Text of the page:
Congress filed an article of impeachment against outgoing President Donald Trump this week after the deadly attack on the Capitol on January 6.
In response to the insurrection, members of Congress and legal scholars took a close look at their options for removing Trump in his last remaining days in office, and potentially landed on including a rarely-used section of the 14th Amendment.
Section 3 of the 14th Amendment authorizes Congress to ban public officials from ever holding office again if they “engaged in insurrection or rebellion” against the Constitution.
The clause was written during the Reconstruction period of American history following the Civil War and abolishment of slavery.
However, Section 3 has never been used before, so some legal scholars are wondering how Congress might actually exercise their authority in the situation they face this week.
Rep. Alexandria Ocasio-Cortez told ABC News that Congress is taking an “all-of-the-above approach,” when it comes to exploring their options to remove Trump.
“This is not either the 25th Amendment or impeachment or, you know, investigating our other avenues through the 14th Amendment,” she said.
“I do not believe that this is a question of deciding or debating between which of these avenues we should pursue. I believe we should take an all-of-the-above approach,” she added.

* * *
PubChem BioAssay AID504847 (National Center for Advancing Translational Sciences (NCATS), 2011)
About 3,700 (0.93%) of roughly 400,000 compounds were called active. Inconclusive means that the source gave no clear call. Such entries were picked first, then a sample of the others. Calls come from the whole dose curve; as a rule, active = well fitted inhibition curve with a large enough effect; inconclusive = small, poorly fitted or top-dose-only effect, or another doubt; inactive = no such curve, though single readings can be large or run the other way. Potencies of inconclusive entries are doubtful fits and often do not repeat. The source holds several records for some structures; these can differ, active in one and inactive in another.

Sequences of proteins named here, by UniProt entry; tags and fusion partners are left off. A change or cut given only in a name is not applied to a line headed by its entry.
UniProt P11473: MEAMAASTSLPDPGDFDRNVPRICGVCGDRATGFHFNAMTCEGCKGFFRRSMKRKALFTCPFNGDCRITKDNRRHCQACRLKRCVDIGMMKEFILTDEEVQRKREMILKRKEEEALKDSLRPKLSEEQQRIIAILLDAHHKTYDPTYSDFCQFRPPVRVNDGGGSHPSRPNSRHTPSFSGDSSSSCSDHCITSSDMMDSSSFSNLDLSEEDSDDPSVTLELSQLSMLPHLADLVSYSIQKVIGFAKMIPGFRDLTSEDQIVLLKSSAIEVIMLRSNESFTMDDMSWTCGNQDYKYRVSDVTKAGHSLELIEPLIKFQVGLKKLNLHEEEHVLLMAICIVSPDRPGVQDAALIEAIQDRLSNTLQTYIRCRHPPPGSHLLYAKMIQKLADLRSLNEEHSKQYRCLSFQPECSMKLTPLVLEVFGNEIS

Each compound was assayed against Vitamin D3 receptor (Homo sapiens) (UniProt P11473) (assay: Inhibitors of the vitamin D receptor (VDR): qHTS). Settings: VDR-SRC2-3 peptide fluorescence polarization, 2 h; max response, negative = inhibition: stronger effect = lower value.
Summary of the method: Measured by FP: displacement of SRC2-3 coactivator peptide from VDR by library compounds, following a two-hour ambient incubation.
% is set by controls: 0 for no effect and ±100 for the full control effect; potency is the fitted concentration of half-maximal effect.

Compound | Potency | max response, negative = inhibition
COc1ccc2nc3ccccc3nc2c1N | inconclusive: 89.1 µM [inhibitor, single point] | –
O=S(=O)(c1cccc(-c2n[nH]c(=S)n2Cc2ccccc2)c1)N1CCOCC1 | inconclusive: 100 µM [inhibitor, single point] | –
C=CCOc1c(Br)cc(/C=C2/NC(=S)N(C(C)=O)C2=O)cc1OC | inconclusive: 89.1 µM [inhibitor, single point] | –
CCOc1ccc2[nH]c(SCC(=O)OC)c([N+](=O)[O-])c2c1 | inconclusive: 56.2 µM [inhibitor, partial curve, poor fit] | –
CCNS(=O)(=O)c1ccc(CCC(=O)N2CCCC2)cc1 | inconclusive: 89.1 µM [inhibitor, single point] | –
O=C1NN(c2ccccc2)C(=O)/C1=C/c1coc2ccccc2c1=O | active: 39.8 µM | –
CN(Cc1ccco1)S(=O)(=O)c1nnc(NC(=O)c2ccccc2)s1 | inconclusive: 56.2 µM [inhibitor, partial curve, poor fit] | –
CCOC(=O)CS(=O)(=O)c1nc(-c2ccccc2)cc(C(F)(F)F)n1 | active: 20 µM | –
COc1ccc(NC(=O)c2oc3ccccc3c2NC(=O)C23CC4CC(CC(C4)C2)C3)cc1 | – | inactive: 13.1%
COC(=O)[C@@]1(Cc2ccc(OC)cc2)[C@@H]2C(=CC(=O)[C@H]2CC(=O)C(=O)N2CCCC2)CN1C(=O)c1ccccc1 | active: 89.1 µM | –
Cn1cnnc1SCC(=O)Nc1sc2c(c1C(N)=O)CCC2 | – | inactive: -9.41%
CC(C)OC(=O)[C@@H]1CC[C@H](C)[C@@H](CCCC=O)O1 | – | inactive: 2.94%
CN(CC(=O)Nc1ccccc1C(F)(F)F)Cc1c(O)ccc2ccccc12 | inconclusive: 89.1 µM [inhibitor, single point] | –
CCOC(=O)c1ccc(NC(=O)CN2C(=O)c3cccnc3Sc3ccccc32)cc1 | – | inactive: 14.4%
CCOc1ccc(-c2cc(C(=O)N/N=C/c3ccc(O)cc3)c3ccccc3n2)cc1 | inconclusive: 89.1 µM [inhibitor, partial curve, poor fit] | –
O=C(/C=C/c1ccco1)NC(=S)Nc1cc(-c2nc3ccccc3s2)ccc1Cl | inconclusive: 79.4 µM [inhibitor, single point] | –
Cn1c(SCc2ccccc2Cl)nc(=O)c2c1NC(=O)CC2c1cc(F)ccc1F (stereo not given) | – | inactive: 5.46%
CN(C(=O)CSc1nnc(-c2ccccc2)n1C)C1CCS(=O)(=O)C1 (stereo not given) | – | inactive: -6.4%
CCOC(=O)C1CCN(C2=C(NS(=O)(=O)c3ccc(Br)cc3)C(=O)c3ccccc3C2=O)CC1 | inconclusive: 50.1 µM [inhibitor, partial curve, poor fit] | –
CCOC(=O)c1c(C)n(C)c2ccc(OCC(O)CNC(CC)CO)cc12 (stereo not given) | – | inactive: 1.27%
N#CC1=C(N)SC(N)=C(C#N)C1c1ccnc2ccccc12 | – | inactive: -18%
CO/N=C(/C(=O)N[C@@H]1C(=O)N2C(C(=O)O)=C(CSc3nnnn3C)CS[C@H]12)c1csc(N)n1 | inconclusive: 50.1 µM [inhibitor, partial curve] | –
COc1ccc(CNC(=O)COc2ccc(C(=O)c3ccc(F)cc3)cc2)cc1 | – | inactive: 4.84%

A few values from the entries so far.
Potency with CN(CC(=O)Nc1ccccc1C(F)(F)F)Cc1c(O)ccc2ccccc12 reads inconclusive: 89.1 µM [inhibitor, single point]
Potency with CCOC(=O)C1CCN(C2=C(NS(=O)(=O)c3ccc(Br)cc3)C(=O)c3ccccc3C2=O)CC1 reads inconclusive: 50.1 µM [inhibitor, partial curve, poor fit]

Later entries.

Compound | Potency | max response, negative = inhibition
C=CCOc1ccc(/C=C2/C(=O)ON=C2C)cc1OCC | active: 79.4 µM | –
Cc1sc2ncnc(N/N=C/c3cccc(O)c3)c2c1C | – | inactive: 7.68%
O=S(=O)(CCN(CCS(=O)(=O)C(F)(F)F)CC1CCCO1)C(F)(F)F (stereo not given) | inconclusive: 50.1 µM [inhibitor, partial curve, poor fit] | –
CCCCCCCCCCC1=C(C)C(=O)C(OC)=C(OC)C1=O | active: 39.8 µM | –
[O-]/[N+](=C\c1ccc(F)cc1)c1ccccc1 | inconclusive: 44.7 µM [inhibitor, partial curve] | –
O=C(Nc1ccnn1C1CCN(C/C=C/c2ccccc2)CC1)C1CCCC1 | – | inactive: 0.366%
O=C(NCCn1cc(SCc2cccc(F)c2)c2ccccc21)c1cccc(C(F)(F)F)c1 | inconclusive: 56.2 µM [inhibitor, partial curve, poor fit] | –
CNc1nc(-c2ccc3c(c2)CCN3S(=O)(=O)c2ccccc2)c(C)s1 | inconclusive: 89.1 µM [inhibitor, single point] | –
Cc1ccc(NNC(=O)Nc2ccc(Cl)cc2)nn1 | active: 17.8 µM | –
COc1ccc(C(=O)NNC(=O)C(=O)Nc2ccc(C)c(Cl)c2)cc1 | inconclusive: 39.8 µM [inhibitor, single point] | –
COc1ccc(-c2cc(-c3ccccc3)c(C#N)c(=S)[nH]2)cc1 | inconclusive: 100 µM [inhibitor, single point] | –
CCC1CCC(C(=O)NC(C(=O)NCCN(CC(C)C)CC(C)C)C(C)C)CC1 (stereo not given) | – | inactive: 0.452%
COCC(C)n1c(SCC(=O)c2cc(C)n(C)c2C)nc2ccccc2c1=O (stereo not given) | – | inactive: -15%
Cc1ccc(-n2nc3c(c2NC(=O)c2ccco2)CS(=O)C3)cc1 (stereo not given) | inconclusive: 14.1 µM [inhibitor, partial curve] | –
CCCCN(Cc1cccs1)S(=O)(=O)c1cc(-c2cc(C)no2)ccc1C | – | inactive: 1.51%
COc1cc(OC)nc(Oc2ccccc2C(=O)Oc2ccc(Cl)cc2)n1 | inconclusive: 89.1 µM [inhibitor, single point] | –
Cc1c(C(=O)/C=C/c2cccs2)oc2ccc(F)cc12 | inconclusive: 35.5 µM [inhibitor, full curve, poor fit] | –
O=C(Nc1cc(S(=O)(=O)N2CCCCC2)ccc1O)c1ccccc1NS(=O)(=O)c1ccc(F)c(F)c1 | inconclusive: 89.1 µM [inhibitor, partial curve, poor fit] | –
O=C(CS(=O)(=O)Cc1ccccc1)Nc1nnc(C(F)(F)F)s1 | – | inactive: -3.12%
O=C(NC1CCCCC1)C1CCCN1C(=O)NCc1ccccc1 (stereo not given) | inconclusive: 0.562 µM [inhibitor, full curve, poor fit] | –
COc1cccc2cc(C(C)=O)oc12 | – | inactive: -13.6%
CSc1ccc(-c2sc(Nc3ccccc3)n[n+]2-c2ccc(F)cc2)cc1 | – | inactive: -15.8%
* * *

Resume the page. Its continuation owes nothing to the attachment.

Civil War historian and Columbia University professor Stephanie McCurry said that the 14th Amendment was written in response to the South’s attempt to send former Confederate leaders into Congress.
“They fight a war over slavery and lose it –– 700,000 to 800,000 people dead. They lose in April of 1865, but by December 1865, they are sending back to Congress –– people like Alexander Stephens, the former vice president of the Confederacy,” McCurry explained.
“It’s unbelievable they thought they could do that. They are completely unrepentant and they are used to exercising power.”
Congress at the time was astonished by the South’s actions and refused to give Stephens and others a place among the nation’s elected representatives. They drafted up Section 3 and by 1868, it was ratified.
“[Section 3] doesn’t say anything about Confederates, it’s about anybody who commits this kind of thing,” Pulitzer Prize-winning Civil War historian Eric Foner told ABC News.
“My view is that it would apply to President Trump and bar him for holding any officer either right now or in the future.”
Current members of Congress are citing Trump’s inflammatory messaging hours before the Capitol attack in which he told loyal supporters they would have to “show strength” in order to overturn the results of the November election during Congress' certification of electoral college votes.
On Tuesday (January 12), members of the House Rules Committee debated Trump’s removal via a live streamed conference call.
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